Central Health sends tax rate, budget to Travis County for approval

The Central Health Board of Managers Aug. 28 voted to adopt a property tax rate of 10.5573 cents per $100 valuation for its 2019-20 fiscal year budget.

The Central Health Board of Managers Aug. 28 voted to adopt a property tax rate of 10.5573 cents per $100 valuation for its 2019-20 fiscal year budget.

Central Health officials adopted the higher of two maximum property tax rates discussed at a budget preview after expressing concerns over financial forecasts in the near term.

The Board of Managers on Aug. 28 voted to adopt a maximum property tax rate of $0.105573 per $100 valuation for its 2019-20 fiscal year budget. That rate is a 6.9% increase over the effective tax rate. The effective tax rate is a rate that would generate the same amount of tax revenue if applied to properties taxed in consecutive years, according to the Texas Comptroller of Public Accounts.

That maximum proposed tax rate will support a total expense budget of $290.8 million for Central Health, with 95.6% of the expense budget dedicated to health care delivery, according to Central Health budget documents. Compared to last year’s budget, Central Health has earmarked an additional $30.6 million for health care deliveries throughout its service area.

Central Health expects the tax rate to generate $214.9 million in property taxes, according to budget documents from the agency.

At its Aug. 21 meeting, Central Health managers were shown seven-year forecasts for two effective rate increases: 6.3% and 6.9%. During that budget discussion, managers mulled over the prospect of lower cash reserves that a 6.3% effective rate forecasted.

“If we go with 6.3% it does weaken us … over time,” manager Charles Bell said Aug. 21. “I’m not sure that with all of the other risks that we would face over the next three to four years that would be sufficient to cover us and the issues that we might face.”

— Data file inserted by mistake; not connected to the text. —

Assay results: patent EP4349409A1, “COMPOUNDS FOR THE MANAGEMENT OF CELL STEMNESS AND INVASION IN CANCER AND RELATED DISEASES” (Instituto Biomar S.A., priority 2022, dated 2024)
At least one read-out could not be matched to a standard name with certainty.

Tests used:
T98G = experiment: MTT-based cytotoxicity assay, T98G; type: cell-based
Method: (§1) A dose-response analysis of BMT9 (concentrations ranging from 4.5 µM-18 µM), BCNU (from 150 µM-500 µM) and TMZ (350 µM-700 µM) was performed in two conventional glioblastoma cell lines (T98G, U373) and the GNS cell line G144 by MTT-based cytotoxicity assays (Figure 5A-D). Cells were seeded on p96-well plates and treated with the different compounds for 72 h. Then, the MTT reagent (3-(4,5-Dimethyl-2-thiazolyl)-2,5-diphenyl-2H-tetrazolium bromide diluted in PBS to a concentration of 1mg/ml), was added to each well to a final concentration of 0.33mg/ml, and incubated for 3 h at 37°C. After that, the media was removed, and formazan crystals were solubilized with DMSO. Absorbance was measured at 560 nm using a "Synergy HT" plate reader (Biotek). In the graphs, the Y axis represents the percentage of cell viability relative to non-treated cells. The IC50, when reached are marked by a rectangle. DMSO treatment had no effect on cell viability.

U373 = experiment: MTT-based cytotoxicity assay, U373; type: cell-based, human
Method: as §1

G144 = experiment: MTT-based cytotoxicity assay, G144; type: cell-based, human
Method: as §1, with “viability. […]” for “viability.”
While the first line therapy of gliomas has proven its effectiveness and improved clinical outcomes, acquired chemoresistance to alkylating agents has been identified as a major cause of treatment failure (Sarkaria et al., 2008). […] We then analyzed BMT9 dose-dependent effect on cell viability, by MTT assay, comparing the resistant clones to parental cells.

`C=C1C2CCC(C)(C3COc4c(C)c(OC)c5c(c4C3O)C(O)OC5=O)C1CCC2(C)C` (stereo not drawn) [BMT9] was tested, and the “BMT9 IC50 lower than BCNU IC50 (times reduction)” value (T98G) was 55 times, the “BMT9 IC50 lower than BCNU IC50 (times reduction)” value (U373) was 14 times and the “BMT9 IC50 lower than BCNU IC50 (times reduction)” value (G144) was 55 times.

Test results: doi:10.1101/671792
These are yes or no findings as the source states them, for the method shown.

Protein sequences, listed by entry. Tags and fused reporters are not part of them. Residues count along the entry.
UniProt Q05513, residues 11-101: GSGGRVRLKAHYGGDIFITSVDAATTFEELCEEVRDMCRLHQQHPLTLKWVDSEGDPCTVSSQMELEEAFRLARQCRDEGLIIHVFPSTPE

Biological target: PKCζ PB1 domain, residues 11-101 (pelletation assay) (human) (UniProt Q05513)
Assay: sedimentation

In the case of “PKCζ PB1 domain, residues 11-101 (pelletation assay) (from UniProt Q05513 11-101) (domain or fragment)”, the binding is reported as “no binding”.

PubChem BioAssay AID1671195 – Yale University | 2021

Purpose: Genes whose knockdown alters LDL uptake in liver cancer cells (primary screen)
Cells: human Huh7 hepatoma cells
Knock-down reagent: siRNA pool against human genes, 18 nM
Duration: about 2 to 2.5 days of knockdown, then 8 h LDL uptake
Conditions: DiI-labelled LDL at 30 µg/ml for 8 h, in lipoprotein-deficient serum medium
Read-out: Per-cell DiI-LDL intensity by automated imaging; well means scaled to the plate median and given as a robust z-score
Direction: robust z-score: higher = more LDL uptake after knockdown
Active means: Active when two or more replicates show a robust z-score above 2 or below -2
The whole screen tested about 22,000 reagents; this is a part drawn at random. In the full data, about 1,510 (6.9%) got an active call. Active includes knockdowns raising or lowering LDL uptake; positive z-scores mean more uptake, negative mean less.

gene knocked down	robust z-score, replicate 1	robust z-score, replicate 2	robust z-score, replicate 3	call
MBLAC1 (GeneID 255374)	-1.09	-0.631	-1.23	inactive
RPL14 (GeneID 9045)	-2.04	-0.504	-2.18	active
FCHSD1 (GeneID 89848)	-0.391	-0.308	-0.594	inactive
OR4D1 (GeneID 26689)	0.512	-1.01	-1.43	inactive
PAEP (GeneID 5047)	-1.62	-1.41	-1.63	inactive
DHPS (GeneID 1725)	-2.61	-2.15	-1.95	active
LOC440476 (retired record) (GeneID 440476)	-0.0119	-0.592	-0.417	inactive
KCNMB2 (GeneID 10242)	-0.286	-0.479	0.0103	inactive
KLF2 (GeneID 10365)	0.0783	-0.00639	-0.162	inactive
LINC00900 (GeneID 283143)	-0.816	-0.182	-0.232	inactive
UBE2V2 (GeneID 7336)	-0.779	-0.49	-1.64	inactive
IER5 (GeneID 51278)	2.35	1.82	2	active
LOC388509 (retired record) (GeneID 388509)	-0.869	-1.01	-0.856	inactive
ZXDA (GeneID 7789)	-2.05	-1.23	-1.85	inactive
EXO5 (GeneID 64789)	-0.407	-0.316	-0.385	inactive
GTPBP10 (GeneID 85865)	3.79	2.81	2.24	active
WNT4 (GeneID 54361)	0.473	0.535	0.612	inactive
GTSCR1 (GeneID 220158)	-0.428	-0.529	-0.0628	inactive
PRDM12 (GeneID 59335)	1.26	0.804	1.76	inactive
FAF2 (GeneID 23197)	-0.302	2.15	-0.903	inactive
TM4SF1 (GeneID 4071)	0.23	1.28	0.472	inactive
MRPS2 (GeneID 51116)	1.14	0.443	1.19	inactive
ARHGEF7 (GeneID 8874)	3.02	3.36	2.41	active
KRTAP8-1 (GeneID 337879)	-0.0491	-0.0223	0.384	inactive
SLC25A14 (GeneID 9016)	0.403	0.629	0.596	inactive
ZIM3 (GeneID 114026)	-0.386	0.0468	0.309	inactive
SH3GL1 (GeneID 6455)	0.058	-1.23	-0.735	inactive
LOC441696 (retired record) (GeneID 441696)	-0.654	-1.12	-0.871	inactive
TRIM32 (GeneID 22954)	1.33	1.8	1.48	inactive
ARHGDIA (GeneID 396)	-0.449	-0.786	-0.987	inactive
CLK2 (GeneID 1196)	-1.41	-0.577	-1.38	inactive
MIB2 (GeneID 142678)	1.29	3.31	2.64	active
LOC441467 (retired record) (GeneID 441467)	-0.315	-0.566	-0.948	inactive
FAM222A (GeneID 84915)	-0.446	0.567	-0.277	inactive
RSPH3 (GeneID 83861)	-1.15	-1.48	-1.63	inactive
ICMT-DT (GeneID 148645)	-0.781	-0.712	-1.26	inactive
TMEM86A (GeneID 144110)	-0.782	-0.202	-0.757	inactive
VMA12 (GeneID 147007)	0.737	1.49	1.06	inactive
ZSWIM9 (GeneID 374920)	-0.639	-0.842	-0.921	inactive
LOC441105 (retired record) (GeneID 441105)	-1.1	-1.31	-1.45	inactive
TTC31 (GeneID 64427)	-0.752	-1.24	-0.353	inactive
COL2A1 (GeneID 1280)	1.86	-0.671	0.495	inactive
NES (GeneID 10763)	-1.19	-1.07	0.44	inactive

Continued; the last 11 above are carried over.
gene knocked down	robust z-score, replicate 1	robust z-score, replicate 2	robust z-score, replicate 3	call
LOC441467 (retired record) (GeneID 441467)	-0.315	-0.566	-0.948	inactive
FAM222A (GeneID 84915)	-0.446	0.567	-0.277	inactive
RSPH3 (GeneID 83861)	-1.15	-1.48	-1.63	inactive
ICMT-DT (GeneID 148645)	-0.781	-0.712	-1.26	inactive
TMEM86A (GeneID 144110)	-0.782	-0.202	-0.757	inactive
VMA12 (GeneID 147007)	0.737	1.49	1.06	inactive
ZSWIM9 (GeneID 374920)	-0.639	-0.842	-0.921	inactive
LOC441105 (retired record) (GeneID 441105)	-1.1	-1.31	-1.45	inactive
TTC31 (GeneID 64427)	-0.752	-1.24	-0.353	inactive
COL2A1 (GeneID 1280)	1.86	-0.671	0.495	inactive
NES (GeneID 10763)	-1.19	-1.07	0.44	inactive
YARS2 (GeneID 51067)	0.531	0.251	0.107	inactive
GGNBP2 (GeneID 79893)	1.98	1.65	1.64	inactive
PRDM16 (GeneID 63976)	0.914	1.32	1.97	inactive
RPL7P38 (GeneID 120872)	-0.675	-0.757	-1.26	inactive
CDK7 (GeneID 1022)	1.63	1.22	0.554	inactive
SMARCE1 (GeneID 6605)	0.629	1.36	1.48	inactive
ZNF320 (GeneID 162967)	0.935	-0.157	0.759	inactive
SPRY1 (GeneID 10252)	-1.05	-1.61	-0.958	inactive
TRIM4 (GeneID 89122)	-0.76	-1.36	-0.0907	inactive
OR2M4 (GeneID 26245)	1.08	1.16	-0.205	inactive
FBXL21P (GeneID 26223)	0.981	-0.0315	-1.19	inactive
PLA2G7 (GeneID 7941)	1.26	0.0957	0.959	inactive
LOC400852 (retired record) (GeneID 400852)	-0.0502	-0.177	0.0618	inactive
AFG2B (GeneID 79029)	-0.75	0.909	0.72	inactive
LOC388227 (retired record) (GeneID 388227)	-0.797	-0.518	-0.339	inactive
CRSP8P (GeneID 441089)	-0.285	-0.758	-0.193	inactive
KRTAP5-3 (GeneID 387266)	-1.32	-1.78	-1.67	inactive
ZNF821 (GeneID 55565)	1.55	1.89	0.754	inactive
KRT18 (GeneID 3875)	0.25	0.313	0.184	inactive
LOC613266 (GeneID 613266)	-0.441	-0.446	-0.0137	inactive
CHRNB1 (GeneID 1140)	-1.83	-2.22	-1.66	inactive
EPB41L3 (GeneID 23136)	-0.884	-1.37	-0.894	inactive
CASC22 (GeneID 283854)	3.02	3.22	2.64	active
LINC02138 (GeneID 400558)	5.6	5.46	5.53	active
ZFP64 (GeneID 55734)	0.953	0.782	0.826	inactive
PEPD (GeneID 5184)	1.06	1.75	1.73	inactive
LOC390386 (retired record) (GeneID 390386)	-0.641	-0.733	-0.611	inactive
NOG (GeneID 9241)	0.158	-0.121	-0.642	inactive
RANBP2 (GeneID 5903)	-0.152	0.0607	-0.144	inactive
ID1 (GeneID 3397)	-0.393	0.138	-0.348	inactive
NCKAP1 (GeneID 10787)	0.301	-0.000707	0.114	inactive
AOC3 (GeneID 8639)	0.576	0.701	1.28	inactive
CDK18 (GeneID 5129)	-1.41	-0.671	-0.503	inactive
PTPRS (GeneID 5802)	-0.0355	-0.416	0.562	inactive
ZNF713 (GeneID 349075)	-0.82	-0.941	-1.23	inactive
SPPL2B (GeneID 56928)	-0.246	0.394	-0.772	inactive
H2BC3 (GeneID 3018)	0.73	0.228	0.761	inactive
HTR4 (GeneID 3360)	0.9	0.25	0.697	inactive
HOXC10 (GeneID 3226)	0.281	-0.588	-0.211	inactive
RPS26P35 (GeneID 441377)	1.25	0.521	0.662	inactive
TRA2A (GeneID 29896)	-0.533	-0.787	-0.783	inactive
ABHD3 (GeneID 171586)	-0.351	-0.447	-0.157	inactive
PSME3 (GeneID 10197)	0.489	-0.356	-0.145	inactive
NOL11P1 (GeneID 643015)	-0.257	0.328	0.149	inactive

Managers Shannon Jones, Cynthia Valadez and Board Chair Guadalupe Zamora all voiced support for an increase of 8% over the effective rate before the vote. Zamora and Jones both pointed to property tax revenue caps placed on its governmental partners—the city of Austin and Travis County—as a cause for concern.

“We don’t know what’s going to happen in a few years,” Zamora said Aug. 28. “We don’t know what other agencies are going to ask us to do.”

Central Health’s budget and tax rate moves to the Travis County Commissioners Court for final approval. A vote on the health care district’s budget is expected Sept. 24, according to an Aug. 28 news release.

Ahead of that final vote, Central Health has scheduled two public hearings on the tax rate and budget Sept. 11 and 18. The Board of Managers will hold a vote to adopt the health care district's tax rate on Sept. 25.

Correction: A previous version of this article incorrectly reported Central Health voted to adopt its property tax rate. That vote will not come until Sept. 25. Central Health voted Aug. 28 to adopt its maximum property tax rate for the 2019-20 fiscal year.


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